The podcaster’s journey of improvement.
What’s a good length to start off with?
If people can find the time to binge watch Game of Thrones, why should you worry about producing a 3 hour podcast on your topic of interest and ignore the advice to keep it around 10 minutes.
The listener is in control and can pause the podcast.
Is the flexibility of podcasting up to the imagination of the podcasters?
The world before social media and the change it brought about, for example hijacking the heart.
Audio formats fight back against social media.
Did TV start the process of desocialisation or did it bring us together?
Mass broadcast TV losing its social currency versus video on demand.
Podcasting using the Starbucks model to reconnect people.
Increased understanding with audio and video communication.
Human to human hormonal response.
Turning humans to machines and the missing soul in AI.
Podcasting as a way of getting your thoughts together, germinating crystallising ideas.
An explanation of phatic communication.
The listener thinking through the conversation as it unfolds, agree or disagree.
Acknowledging that we could be wrong and in a years time we may have moved on.
Graham Brown is the founder of Asia Tech Podcast. In this conversation Graham tells us about his journey from an AI graduate in the 90’s, when there was no demand, becoming an entrepreneur in several industries, going into semi-retirement to travel the world, before being lured back to the world of entrepreneurship in Singapore.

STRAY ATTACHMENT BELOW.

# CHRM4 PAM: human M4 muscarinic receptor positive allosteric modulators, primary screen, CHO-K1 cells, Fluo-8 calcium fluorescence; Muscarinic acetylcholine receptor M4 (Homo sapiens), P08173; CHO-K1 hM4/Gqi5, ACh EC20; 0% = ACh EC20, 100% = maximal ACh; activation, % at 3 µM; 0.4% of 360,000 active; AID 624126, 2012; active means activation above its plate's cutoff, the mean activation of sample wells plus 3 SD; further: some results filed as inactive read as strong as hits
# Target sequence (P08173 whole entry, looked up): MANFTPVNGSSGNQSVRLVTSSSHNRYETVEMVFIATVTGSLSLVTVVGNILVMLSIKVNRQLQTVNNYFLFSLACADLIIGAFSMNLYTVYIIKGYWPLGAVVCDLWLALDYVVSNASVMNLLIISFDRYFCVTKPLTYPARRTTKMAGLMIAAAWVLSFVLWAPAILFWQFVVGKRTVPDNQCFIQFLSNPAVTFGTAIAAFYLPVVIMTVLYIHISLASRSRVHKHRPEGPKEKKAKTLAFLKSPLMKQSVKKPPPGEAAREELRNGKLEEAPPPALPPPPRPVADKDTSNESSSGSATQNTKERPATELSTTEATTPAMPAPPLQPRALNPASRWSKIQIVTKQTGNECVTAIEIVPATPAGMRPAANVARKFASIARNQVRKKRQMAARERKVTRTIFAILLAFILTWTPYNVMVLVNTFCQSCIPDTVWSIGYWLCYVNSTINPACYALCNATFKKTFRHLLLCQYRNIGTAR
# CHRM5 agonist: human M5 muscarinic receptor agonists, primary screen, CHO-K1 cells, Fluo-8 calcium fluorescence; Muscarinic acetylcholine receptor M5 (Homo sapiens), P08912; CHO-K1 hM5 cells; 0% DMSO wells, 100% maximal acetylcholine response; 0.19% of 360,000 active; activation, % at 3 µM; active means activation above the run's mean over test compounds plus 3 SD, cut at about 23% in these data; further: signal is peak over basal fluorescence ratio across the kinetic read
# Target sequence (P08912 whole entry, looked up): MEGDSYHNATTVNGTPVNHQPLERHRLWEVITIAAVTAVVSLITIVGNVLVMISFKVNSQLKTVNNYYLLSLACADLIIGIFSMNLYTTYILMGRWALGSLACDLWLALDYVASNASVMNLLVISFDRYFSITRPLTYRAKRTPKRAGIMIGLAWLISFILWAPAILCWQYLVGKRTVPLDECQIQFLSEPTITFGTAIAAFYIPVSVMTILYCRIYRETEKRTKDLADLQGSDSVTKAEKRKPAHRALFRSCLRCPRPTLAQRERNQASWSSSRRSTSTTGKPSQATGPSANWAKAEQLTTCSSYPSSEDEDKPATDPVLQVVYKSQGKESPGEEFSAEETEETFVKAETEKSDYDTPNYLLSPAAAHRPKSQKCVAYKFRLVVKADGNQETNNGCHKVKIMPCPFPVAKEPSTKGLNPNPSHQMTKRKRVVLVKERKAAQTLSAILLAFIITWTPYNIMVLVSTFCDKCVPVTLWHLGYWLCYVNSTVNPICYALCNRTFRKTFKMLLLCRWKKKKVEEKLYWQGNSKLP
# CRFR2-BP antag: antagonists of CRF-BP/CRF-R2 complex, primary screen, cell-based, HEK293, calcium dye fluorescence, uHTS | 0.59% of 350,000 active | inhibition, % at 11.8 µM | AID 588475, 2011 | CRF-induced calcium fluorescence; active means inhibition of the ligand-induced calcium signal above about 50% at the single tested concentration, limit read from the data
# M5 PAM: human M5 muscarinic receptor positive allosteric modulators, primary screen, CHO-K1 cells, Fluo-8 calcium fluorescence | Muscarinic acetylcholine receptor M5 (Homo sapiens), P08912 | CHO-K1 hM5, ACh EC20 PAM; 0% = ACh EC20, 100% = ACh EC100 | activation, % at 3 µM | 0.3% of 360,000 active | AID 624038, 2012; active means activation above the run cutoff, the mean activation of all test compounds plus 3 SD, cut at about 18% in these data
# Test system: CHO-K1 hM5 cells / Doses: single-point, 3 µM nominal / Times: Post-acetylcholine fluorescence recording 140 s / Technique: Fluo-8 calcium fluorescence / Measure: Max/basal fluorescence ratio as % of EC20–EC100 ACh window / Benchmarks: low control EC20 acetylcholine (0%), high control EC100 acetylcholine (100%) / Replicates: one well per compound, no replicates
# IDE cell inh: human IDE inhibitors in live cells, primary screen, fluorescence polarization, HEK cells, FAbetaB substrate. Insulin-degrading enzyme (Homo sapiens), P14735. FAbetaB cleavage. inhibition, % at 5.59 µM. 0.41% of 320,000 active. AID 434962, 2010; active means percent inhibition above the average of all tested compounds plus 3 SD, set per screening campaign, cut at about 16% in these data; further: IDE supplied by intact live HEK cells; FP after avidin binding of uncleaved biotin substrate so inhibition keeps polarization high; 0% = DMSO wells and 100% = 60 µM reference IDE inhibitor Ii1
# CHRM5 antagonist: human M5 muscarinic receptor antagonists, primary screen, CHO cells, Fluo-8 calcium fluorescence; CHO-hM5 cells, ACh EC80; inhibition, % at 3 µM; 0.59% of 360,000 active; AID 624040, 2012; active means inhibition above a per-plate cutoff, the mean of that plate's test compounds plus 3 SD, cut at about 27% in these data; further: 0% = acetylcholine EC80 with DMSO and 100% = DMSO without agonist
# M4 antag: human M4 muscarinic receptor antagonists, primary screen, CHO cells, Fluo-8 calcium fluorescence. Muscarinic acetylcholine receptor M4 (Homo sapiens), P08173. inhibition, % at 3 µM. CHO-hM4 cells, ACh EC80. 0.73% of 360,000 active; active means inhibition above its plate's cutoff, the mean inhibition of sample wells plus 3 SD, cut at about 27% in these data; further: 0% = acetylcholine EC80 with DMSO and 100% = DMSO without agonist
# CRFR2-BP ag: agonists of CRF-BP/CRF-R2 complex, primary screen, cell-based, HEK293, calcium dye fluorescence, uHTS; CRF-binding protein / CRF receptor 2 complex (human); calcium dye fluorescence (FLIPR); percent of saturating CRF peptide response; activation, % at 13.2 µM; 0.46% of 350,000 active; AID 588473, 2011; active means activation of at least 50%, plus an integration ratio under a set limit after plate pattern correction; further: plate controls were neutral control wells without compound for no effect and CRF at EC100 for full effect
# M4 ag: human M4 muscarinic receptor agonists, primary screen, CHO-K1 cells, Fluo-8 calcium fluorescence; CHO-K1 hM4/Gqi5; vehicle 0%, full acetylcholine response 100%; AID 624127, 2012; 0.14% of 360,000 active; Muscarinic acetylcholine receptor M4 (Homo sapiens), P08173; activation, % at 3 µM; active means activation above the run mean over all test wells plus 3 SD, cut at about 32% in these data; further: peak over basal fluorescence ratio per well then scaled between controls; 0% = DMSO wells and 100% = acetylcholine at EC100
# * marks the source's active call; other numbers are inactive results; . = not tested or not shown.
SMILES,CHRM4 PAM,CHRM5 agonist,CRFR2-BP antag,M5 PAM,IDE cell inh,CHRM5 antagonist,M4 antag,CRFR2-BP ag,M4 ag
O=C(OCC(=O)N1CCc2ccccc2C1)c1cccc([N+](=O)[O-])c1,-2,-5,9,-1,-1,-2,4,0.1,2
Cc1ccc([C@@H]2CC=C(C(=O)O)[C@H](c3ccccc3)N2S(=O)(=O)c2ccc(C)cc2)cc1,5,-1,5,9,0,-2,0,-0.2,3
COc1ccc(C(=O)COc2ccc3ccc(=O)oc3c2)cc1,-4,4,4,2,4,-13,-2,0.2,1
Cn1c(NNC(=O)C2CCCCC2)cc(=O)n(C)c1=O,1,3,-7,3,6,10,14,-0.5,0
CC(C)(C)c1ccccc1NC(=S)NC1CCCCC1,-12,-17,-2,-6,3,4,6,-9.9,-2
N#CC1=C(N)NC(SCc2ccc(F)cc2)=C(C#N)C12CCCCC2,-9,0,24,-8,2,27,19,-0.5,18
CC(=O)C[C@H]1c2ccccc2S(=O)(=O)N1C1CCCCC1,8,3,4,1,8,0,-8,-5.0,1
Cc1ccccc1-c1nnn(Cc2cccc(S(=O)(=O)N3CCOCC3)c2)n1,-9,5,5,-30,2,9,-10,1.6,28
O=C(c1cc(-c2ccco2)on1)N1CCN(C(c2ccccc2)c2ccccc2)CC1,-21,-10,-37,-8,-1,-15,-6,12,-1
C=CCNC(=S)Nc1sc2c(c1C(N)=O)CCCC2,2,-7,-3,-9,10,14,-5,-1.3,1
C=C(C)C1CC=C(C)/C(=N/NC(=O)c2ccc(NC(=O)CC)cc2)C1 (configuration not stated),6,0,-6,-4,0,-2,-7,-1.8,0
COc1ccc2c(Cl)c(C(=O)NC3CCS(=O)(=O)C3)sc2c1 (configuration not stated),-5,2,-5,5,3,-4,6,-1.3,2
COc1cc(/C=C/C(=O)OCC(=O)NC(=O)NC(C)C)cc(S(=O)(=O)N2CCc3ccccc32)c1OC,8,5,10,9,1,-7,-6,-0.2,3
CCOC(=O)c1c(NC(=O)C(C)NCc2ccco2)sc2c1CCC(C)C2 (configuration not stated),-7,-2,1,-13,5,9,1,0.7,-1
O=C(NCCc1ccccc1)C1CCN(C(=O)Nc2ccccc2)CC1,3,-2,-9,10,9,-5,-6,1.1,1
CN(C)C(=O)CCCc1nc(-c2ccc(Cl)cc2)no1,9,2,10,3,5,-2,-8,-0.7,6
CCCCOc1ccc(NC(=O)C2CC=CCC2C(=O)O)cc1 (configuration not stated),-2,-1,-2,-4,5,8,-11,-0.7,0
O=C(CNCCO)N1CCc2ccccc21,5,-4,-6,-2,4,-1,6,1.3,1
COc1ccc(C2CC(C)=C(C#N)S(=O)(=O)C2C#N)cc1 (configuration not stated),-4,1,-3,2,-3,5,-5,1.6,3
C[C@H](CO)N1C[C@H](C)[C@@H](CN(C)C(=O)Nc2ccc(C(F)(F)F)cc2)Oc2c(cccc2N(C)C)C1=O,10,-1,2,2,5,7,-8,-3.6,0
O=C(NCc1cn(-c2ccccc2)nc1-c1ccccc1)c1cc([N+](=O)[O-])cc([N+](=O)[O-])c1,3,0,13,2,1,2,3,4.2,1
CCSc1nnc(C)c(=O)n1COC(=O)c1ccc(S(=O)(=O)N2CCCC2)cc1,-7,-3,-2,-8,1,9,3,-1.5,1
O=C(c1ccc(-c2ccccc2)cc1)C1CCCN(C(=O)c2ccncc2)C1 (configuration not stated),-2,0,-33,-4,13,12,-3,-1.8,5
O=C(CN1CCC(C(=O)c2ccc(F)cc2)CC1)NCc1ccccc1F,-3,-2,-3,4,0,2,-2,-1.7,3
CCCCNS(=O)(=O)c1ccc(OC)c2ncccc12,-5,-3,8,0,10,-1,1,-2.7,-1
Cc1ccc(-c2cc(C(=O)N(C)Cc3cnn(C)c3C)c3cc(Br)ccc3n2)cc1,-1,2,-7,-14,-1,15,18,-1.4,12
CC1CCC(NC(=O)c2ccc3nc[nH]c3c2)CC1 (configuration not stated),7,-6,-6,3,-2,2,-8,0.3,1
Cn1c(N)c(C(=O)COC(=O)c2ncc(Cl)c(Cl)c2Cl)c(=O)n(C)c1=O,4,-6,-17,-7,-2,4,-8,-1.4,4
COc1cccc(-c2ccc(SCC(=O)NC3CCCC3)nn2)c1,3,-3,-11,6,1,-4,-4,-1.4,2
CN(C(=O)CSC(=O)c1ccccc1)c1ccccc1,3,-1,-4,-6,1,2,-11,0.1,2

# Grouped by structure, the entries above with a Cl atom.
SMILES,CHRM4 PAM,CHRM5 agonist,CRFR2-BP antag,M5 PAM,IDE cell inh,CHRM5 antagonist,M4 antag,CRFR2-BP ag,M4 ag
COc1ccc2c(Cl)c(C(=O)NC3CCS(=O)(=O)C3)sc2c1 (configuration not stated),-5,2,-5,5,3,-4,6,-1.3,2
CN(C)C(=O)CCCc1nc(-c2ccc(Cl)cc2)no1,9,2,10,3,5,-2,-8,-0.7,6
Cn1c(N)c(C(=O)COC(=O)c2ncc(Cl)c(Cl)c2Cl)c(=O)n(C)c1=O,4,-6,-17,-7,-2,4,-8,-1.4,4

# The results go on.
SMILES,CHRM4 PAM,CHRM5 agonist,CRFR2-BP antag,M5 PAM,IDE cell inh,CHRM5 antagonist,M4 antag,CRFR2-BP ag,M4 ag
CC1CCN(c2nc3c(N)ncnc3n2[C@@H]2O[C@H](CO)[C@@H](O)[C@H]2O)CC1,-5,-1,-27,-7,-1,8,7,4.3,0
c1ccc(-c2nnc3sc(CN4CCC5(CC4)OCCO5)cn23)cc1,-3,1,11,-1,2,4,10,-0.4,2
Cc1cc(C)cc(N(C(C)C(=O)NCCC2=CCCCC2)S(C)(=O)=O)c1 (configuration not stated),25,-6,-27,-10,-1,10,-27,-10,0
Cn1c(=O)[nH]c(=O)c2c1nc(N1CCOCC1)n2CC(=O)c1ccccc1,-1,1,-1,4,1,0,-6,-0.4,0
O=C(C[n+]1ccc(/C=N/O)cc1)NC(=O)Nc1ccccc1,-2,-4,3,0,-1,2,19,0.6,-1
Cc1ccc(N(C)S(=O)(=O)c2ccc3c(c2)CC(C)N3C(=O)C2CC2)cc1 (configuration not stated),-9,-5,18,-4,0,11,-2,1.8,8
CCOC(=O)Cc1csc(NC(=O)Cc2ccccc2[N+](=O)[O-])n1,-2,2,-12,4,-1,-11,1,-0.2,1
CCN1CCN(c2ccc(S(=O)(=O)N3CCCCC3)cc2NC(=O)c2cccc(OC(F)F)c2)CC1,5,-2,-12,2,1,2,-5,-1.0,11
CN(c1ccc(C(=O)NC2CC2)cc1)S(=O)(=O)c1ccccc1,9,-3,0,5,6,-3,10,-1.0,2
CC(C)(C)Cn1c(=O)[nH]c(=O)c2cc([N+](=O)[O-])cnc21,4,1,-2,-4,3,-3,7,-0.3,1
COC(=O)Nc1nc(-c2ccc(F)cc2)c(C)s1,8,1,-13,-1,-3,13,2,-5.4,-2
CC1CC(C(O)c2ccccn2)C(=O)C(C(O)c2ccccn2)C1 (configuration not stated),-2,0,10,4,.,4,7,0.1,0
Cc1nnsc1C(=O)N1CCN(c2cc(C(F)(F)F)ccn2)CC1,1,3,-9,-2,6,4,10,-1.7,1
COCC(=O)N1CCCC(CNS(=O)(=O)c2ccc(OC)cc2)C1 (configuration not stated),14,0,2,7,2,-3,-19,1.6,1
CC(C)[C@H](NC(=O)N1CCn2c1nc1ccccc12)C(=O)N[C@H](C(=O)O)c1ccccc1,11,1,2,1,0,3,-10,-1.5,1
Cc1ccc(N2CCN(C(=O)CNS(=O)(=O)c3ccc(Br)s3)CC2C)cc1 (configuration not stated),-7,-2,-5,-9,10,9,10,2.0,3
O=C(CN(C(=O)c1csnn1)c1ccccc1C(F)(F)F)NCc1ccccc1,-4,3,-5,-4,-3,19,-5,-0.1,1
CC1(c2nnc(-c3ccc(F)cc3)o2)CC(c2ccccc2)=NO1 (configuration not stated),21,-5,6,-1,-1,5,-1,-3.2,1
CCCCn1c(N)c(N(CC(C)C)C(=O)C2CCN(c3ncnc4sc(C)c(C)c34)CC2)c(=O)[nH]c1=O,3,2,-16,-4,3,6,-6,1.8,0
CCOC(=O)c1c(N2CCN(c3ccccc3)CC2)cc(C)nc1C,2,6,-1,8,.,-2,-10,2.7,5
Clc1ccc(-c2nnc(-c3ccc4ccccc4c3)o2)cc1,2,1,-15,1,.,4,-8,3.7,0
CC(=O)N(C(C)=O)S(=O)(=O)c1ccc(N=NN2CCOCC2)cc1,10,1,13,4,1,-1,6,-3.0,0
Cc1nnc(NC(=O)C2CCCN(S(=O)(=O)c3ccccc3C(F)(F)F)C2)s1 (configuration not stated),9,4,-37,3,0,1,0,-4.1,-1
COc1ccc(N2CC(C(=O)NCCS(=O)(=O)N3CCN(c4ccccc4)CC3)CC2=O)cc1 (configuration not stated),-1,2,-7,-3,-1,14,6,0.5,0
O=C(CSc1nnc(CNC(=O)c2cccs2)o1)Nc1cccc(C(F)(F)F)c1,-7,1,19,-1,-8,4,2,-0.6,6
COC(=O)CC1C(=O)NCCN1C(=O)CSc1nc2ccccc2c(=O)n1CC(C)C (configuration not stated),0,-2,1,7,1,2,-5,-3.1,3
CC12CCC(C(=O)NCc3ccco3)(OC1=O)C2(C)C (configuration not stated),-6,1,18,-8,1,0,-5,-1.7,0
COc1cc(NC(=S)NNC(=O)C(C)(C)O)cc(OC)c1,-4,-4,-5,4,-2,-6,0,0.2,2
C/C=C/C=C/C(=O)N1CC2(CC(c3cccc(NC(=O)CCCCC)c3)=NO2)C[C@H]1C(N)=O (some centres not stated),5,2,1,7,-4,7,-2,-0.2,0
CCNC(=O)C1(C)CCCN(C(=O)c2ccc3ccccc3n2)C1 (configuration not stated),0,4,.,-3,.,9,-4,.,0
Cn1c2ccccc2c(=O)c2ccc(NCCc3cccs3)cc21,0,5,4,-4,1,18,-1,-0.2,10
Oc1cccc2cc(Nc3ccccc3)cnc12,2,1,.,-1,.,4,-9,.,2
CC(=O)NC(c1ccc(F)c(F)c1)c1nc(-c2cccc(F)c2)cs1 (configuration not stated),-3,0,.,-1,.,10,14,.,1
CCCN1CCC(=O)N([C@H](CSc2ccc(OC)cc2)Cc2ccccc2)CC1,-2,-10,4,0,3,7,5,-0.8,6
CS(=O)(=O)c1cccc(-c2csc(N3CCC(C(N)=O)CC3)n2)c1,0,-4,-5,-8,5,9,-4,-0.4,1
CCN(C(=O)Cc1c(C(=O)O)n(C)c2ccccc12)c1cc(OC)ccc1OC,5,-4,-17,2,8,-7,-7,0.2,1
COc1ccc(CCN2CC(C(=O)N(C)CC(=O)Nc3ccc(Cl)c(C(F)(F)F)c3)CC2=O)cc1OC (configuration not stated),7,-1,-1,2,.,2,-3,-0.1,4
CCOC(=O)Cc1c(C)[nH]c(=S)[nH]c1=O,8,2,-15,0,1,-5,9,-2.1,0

“If you were into music they were all made by Japanese companies and you had a stereo at home, which was Japanese and you watched it on a Japanese TV, and we learned about Japanese cars, samurai and ninja. Wow! This world just blew me away and I wanted to be part of that and I looked at where I grew up and just wanted to get out.”
The failures that often accompany entrepreneurs before the overnight success.
“We went from people playing like 10 to 15,000 dollars to speak, to be on a conference, to sponsor it, to be on that. To like the next week nothing. Crickets! just wants right to be on that they like the next week nothing crickets sorry. That completely went belly-up. So he has a wild ride. That was the second business”
This is the first time that Graham has appeared as a guest and the conversation was recorded in the studio of Asia Tech Podcast, where I also appear as a guest host.
So now without further delay lets begin.
As well as:
The first radio style interview in 2002 with an employee of Hewlett-Packard who later became the founder of Angry Birds.
The break into marketing, founding a property company, a telecom company.
How the switch between different Industries is an essentials part of peoples lives.
His life in Japan in the 1990s, returning to the UK and determined to start business even with no connections in entrepreneurship.